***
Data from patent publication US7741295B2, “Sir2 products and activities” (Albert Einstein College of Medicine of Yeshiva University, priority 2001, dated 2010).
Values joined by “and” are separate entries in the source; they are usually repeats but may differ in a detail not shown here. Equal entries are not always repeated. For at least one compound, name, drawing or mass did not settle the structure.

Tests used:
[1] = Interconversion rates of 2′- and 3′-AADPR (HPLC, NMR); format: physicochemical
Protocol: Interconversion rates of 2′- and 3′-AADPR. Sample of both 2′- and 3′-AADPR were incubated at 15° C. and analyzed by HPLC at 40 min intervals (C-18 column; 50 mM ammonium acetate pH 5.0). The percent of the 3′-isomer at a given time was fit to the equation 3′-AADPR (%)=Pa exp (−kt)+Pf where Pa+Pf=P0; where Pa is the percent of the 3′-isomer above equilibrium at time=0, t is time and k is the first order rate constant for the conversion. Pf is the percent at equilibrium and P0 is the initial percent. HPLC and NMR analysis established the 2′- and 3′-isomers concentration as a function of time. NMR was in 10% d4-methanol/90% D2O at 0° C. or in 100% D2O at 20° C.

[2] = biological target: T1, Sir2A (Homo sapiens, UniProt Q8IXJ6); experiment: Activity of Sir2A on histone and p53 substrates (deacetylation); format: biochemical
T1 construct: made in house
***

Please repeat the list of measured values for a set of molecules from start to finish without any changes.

Data from patent publication US7741295B2, “Sir2 products and activities” (Albert Einstein College of Medicine of Yeshiva University, priority 2001, dated 2010).
Values joined by “and” are separate entries in the source; they are usually repeats but may differ in a detail not shown here. Equal entries are not always repeated. For at least one compound, name, drawing or mass did not settle the structure.

Tests used:
[1] = Interconversion rates of 2′- and 3′-AADPR (HPLC, NMR); format: physicochemical
Protocol: Interconversion rates of 2′- and 3′-AADPR. Sample of both 2′- and 3′-AADPR were incubated at 15° C. and analyzed by HPLC at 40 min intervals (C-18 column; 50 mM ammonium acetate pH 5.0). The percent of the 3′-isomer at a given time was fit to the equation 3′-AADPR (%)=Pa exp (−kt)+Pf where Pa+Pf=P0; where Pa is the percent of the 3′-isomer above equilibrium at time=0, t is time and k is the first order rate constant for the conversion. Pf is the percent at equilibrium and P0 is the initial percent. HPLC and NMR analysis established the 2′- and 3′-isomers concentration as a function of time. NMR was in 10% d4-methanol/90% D2O at 0° C. or in 100% D2O at 20° C.

[2] = biological target: T1, Sir2A (Homo sapiens, UniProt Q8IXJ6); experiment: Activity of Sir2A on histone and p53 substrates (deacetylation); format: biochemical
T1 construct: made in house